Translation guide for businesses
Clients are often asking us what the translation process involves, particularly if it is the first time they have had to work with other languages. The answer to this question can vary from client to client and is very much dependent on how you intend to use the results.
Some clients see translation as a low-cost means of increasing sales. With the advent of tools such as Google Translate, this notion of a straightforward push-button solution seems to be increasingly prevalent.
Naturally, it is in our interest to underline the limitations of free tools like these and to recommend the use of professional translation services instead. The truth is that these free tools can perform well, but only if you correctly set your expectations in terms of what you hope they will achieve.
Equally, a high-level, professional-quality translation may be far beyond the scope of your requirements and may therefore represent an overly expensive option with very little ROI.
What are your exact requirements?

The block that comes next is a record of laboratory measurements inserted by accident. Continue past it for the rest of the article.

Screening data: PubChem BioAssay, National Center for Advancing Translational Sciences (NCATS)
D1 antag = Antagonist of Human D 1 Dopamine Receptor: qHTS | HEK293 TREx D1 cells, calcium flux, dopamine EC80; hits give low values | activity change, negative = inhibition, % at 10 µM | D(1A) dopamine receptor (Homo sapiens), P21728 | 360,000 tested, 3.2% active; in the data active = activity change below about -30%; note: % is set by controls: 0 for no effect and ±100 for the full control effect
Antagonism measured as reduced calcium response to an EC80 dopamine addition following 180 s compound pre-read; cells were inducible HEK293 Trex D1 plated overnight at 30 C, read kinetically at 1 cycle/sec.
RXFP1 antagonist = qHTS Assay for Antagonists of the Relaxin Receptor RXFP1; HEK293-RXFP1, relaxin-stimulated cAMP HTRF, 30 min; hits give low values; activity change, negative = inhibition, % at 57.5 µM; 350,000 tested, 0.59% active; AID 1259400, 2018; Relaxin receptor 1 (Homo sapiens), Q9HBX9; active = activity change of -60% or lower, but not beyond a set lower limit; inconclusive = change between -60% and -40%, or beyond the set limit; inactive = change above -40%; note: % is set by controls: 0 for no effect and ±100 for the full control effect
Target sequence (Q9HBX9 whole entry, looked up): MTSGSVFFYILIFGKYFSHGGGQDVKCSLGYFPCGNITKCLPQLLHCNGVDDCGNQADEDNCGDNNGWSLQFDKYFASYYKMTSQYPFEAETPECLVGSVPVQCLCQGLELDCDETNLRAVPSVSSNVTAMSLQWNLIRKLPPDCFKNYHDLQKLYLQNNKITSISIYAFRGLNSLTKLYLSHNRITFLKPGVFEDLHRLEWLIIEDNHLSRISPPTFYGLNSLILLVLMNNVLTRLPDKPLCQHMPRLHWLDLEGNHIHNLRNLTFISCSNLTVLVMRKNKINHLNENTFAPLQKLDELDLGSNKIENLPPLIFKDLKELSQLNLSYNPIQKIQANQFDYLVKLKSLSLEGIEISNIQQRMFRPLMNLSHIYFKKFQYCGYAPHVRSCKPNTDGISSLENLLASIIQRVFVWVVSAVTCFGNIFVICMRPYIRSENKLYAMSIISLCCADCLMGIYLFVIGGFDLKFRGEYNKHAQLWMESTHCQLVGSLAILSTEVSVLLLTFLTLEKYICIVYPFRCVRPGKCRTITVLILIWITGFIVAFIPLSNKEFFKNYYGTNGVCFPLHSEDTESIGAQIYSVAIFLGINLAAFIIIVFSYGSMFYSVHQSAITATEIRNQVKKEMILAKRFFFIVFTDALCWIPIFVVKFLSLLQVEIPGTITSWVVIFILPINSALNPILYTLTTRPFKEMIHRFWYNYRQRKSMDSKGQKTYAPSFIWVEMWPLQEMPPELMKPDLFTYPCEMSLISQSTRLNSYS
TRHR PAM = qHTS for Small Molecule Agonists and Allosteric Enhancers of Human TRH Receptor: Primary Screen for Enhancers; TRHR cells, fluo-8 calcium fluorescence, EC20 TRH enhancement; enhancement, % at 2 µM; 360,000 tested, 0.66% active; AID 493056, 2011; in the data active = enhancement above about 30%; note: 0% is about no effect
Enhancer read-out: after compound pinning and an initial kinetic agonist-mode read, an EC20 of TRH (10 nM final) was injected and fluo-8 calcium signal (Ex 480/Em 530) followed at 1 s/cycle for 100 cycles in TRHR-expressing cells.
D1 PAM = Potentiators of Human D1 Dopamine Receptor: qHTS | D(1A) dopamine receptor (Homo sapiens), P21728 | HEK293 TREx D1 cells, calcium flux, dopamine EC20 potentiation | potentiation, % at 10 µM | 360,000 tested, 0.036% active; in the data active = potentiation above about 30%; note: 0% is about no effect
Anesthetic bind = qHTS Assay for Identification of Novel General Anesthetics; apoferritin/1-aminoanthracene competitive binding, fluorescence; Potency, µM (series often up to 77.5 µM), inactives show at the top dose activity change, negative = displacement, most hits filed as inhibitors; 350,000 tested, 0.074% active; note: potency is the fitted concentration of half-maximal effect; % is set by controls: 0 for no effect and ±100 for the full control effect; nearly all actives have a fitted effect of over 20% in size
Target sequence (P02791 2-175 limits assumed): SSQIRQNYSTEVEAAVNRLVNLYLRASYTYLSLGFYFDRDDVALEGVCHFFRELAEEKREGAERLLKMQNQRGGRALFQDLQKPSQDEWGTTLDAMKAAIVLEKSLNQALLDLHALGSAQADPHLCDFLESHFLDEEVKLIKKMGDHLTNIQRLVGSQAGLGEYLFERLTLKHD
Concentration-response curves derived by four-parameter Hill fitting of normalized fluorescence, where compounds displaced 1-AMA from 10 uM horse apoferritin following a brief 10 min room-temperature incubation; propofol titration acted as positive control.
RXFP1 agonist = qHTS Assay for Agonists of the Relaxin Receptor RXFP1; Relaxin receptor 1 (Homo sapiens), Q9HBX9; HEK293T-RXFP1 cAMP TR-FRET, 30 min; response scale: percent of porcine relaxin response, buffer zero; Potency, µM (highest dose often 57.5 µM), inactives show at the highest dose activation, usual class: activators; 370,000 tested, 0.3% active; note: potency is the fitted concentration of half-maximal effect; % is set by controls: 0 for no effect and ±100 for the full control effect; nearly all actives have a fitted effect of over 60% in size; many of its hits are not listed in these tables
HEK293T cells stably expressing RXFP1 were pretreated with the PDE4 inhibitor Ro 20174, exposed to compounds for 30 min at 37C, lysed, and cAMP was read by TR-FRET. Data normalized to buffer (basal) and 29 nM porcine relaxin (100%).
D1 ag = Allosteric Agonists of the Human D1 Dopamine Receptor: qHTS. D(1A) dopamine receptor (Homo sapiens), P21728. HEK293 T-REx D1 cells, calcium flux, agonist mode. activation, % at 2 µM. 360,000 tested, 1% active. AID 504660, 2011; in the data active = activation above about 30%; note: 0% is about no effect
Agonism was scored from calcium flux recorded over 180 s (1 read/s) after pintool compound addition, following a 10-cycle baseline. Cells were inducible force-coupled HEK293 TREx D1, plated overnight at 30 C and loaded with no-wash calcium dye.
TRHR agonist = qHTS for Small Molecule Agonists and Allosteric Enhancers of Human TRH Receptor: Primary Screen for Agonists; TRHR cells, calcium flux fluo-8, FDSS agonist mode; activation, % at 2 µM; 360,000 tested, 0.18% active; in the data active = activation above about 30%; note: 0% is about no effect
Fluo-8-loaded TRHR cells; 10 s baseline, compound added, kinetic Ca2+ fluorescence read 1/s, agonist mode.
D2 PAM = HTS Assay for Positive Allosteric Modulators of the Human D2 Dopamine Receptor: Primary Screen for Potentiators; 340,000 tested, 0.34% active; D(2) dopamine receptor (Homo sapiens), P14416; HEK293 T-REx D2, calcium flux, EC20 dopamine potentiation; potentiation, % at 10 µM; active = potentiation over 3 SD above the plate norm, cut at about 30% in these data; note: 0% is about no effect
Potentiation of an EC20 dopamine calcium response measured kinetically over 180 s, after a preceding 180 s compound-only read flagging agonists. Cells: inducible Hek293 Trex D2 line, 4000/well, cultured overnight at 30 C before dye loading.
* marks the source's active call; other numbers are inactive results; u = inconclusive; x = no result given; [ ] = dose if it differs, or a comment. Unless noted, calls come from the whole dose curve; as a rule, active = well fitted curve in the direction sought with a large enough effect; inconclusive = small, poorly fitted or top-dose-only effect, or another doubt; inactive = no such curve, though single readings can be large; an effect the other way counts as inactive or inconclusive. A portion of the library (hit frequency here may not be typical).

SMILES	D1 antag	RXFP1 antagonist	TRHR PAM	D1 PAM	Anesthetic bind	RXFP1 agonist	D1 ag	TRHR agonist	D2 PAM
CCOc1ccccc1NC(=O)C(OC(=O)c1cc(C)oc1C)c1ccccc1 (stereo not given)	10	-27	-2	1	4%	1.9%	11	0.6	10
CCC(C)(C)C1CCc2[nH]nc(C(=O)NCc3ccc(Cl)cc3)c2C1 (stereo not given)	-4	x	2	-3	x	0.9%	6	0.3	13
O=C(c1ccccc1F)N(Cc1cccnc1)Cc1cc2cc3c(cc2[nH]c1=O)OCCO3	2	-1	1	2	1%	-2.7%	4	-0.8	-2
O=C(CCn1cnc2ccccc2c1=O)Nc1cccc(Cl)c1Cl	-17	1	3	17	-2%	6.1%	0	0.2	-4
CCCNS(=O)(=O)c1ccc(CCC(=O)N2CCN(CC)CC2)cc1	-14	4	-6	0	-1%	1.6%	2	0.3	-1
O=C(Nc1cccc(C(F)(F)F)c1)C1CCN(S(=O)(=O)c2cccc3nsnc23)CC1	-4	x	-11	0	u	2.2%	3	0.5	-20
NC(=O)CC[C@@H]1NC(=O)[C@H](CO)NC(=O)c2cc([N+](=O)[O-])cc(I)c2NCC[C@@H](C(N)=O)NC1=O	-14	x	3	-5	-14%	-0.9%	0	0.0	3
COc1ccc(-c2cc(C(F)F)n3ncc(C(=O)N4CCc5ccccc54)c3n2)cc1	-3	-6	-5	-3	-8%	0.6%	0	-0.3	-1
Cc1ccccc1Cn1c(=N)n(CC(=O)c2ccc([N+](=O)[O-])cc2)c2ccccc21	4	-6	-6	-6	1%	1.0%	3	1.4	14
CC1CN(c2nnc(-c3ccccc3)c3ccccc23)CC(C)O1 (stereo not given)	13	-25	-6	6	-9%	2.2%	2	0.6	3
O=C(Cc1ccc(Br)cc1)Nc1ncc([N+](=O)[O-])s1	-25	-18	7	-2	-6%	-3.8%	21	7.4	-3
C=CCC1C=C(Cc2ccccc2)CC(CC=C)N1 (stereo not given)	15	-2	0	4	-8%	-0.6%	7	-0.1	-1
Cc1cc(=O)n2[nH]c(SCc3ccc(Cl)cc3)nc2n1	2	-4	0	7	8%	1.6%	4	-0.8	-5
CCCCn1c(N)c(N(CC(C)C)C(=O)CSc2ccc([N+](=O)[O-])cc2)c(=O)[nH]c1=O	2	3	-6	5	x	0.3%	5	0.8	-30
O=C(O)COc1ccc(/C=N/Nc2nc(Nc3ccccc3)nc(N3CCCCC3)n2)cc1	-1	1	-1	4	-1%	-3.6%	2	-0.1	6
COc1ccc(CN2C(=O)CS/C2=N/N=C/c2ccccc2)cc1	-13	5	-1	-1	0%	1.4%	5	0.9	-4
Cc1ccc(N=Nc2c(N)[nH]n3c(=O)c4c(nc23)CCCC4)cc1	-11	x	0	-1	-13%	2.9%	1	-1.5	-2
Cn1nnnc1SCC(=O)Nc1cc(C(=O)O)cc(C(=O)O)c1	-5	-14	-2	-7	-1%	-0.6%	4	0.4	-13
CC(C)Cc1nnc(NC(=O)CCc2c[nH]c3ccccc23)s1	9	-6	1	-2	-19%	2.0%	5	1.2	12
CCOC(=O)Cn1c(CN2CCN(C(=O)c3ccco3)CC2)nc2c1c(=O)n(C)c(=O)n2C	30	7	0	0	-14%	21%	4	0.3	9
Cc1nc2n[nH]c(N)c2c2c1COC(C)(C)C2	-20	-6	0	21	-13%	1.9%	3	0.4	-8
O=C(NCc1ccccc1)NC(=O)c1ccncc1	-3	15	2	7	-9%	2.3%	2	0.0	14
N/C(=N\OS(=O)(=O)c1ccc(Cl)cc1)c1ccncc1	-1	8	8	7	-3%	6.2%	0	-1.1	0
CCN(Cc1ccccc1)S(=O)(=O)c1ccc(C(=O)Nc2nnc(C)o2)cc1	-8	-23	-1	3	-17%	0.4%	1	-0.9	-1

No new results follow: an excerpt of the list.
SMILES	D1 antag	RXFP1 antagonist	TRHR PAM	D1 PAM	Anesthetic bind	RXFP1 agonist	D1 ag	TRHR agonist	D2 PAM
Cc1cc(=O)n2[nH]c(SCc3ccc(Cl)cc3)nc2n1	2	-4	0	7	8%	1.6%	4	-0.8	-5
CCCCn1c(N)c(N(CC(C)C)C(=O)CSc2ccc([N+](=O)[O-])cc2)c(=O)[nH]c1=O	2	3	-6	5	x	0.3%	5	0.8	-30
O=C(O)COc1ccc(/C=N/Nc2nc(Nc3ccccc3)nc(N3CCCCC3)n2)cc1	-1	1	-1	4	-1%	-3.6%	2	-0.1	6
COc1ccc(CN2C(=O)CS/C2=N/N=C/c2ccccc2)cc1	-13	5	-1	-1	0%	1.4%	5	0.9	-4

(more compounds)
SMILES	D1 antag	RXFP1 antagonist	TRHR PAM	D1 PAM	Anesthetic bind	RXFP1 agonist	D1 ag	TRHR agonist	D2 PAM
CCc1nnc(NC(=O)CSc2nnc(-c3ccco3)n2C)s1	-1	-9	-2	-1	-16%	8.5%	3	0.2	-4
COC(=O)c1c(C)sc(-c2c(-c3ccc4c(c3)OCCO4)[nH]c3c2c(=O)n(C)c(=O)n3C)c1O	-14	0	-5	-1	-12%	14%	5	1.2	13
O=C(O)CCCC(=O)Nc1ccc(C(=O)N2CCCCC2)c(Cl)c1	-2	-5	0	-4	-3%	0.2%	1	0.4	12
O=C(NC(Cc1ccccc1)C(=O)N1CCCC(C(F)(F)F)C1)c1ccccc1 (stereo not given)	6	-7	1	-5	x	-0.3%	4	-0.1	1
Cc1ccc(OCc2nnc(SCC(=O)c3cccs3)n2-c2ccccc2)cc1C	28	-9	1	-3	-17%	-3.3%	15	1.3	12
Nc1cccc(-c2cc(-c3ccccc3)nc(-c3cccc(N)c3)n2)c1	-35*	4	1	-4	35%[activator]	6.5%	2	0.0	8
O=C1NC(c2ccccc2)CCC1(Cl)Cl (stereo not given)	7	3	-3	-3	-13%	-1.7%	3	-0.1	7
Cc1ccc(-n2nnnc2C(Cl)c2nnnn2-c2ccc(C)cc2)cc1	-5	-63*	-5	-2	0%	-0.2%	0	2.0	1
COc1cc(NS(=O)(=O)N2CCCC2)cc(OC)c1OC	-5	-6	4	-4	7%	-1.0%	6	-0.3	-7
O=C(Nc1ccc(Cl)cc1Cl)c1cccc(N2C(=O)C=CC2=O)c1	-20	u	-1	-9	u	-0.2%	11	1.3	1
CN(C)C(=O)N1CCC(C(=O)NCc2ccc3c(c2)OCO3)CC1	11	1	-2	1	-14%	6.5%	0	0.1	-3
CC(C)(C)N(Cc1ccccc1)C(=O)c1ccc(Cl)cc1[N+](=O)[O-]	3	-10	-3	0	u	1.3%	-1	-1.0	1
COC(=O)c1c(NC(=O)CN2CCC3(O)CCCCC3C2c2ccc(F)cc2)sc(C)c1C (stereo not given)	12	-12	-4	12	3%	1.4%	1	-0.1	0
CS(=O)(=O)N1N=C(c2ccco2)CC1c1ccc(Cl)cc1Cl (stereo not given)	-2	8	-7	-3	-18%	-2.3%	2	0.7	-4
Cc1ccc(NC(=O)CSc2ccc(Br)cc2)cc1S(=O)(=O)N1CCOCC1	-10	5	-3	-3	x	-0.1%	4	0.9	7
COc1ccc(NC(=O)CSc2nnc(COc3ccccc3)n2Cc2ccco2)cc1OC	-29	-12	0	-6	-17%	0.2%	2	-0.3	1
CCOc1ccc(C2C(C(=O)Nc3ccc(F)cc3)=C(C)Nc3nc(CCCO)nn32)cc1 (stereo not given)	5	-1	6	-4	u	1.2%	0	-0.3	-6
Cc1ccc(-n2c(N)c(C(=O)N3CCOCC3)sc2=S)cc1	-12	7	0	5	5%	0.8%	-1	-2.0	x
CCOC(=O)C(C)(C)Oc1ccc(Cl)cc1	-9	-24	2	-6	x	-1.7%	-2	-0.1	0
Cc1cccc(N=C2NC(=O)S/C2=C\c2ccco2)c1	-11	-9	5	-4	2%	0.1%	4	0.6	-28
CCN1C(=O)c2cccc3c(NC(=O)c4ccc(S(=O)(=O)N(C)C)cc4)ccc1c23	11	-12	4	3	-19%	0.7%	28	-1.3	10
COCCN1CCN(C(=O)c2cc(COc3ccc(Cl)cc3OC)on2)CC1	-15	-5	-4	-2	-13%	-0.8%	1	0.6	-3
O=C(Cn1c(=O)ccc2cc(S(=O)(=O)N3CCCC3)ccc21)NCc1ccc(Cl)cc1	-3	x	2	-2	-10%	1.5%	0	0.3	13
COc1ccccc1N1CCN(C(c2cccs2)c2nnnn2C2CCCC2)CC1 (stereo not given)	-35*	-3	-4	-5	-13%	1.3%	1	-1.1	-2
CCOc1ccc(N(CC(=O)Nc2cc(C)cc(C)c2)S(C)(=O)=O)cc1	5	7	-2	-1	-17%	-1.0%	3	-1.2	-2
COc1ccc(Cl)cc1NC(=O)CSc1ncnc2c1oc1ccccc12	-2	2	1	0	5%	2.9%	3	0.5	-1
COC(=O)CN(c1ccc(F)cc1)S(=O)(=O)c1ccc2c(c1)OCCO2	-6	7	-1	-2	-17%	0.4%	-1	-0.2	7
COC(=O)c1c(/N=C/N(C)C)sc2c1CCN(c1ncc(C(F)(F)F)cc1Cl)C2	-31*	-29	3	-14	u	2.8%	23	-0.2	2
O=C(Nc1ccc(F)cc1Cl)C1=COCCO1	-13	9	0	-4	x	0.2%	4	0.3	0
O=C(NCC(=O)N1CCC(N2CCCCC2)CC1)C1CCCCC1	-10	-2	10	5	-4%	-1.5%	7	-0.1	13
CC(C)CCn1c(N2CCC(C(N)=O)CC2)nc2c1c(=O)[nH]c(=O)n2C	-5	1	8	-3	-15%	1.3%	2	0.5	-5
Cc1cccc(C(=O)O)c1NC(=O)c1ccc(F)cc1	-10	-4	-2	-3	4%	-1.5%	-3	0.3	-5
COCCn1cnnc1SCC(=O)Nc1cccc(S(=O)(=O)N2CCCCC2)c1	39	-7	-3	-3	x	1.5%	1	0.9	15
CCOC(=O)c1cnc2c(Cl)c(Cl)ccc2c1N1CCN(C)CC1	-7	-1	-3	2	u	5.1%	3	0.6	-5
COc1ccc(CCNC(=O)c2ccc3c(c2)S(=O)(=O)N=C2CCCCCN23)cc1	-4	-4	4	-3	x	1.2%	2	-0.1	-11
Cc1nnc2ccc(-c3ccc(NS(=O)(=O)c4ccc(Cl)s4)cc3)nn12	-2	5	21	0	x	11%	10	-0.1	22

So, you have decided you want to make your products or services available in overseas markets. If you can reach a wider audience, you can reasonably expect to increase your sales. So, what should you do? Well, you first need to identify precisely what it is you want to achieve by having your product or service translated.
Many companies go for the bottom line first, i.e. the cheapest quote wins. This approach will ensure a cheap translation, often with a quick turnaround, and the vast majority of translation companies will handle this with varying degrees of success. You might get lucky and end up with an accurate translation, or the final product might only give you a rough idea of the source content.
However, it may be worth considering an alternative. Think about how long it took you to prepare your product for your ‘home’ market. If you spent hundreds of pounds, and months preparing the source copy, and a few weeks adjusting the design and layout, why would expect your translation to be delivered in a week for the lowest possible cost?
More to translation than meets the eye
Translation is not merely a case of exchanging English words for their foreign counterparts or vice versa; in fact, there are many factors at play, including context, cultural understanding, language structure and, in some cases, specialist terminology.
Unless you define your precise requirements right from the outset, you may find you are unhappy with the end result, and may even miss out altogether on the potential customers you were trying to gain. Be sure to structure your ‘translation brief’ with clear and precise instructions, and outline your expectations in detail.
Written by Jayne Martin